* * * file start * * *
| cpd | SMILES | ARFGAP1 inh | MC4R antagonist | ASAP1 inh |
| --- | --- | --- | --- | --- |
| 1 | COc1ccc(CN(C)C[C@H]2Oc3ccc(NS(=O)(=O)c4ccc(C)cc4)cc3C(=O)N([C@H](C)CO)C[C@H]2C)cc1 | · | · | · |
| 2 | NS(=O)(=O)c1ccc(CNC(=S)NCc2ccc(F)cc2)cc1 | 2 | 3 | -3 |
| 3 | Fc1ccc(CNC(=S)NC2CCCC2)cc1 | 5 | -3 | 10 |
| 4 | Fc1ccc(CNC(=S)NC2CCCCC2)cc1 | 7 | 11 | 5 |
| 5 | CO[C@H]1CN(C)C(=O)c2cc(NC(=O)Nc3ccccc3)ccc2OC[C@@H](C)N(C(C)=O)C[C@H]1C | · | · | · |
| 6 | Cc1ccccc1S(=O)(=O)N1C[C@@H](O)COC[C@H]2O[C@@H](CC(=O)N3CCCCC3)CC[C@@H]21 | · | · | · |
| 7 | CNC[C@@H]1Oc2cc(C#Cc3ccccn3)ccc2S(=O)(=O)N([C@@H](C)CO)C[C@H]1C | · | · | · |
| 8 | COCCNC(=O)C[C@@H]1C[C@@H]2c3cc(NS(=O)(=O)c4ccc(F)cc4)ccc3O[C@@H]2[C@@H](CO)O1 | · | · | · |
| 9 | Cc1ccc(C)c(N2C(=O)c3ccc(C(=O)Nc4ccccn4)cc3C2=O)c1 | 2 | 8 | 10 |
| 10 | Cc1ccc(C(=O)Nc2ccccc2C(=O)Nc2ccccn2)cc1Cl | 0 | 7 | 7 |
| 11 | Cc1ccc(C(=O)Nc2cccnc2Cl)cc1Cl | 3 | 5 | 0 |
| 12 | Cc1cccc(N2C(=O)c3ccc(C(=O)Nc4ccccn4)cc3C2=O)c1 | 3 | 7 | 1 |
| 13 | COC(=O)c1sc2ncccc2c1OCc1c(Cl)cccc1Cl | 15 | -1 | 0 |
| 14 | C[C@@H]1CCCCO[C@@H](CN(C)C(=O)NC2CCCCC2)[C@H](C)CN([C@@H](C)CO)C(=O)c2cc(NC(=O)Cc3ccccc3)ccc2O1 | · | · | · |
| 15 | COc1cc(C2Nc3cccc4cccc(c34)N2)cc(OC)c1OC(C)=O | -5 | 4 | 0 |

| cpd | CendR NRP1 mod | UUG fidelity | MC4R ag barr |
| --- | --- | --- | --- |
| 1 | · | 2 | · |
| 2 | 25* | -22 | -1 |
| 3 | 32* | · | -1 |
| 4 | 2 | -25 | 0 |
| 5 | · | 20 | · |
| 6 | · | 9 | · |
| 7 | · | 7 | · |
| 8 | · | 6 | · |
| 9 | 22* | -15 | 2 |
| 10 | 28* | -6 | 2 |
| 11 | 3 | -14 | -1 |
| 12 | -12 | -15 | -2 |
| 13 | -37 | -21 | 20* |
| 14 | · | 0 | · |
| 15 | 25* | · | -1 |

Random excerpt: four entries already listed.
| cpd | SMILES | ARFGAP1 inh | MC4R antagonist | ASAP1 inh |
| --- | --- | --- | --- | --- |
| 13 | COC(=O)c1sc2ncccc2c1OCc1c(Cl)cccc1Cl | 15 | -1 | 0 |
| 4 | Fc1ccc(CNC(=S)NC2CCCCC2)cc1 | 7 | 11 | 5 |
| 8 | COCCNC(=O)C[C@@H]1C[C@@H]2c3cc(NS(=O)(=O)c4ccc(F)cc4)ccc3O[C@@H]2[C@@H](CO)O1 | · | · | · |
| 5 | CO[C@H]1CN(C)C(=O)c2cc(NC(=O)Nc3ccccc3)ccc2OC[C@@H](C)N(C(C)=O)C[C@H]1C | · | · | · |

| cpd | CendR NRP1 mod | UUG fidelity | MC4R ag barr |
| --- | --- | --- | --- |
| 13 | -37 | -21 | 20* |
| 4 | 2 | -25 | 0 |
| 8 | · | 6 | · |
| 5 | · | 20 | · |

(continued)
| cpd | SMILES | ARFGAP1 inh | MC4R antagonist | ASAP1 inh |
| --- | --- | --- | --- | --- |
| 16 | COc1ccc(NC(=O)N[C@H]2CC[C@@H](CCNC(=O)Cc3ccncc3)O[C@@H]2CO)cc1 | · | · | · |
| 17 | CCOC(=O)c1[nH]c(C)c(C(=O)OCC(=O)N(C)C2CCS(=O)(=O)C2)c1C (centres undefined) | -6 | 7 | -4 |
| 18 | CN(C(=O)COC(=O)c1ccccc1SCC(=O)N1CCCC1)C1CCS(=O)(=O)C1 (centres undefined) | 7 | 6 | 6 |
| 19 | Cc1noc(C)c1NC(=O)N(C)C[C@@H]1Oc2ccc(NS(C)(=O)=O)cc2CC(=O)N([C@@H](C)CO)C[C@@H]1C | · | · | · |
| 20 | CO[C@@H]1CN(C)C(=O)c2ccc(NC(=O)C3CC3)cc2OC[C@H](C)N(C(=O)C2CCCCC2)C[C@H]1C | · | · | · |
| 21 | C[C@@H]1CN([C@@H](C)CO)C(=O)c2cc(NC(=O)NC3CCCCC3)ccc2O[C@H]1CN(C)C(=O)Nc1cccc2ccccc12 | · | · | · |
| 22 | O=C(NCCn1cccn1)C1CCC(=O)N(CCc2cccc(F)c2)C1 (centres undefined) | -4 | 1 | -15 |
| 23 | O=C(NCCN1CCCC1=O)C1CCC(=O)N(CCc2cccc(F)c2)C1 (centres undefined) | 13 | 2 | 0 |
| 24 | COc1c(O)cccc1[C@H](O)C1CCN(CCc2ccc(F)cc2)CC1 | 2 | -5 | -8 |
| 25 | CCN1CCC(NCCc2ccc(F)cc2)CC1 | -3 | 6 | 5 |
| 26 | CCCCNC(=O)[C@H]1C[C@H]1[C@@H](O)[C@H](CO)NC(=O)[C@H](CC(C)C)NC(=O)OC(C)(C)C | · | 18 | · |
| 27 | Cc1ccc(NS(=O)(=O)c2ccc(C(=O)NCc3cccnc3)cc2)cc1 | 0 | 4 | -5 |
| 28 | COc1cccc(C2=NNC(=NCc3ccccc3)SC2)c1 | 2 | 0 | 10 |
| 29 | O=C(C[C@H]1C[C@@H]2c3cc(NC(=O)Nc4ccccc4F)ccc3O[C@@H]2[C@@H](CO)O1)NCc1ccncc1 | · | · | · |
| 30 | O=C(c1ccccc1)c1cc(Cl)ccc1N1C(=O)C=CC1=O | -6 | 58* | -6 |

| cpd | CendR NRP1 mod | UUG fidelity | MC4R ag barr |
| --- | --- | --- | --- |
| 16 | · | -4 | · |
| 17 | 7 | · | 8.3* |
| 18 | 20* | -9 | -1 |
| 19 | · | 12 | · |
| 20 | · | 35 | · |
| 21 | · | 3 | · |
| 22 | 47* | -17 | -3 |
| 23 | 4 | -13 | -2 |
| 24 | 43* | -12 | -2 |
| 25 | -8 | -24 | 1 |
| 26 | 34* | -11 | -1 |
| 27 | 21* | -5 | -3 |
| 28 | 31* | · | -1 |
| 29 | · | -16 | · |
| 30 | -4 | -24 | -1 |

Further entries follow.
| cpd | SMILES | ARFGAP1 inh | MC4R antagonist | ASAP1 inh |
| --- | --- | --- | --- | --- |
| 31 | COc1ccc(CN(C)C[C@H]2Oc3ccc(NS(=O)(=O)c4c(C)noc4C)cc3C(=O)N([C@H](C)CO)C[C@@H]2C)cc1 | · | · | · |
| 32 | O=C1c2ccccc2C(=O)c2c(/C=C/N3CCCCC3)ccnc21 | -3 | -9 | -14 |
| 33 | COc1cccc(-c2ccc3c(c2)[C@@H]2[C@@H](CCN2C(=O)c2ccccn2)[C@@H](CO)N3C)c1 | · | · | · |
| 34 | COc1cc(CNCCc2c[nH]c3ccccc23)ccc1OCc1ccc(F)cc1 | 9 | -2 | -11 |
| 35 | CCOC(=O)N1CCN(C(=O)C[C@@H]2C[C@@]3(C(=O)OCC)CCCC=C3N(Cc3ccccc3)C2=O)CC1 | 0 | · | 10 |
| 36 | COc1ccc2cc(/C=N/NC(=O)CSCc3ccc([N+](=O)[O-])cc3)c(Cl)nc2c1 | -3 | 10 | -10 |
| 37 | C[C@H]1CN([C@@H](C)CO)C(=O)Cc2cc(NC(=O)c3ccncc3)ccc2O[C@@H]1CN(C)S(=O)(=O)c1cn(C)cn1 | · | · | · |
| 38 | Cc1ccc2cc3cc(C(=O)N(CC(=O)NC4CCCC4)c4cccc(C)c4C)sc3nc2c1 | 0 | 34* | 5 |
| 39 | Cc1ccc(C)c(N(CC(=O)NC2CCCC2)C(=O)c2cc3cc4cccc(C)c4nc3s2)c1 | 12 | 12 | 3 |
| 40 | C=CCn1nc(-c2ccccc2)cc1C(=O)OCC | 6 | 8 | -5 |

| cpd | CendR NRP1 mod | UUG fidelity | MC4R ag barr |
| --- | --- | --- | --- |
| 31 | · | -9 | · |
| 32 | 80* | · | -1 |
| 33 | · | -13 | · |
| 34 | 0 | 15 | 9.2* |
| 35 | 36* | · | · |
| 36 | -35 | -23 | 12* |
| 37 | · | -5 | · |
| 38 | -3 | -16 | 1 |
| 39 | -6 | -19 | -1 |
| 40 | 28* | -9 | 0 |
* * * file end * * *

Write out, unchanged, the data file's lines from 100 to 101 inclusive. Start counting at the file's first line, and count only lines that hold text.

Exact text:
| 33 | · | -13 | · |
| 34 | 0 | 15 | 9.2* |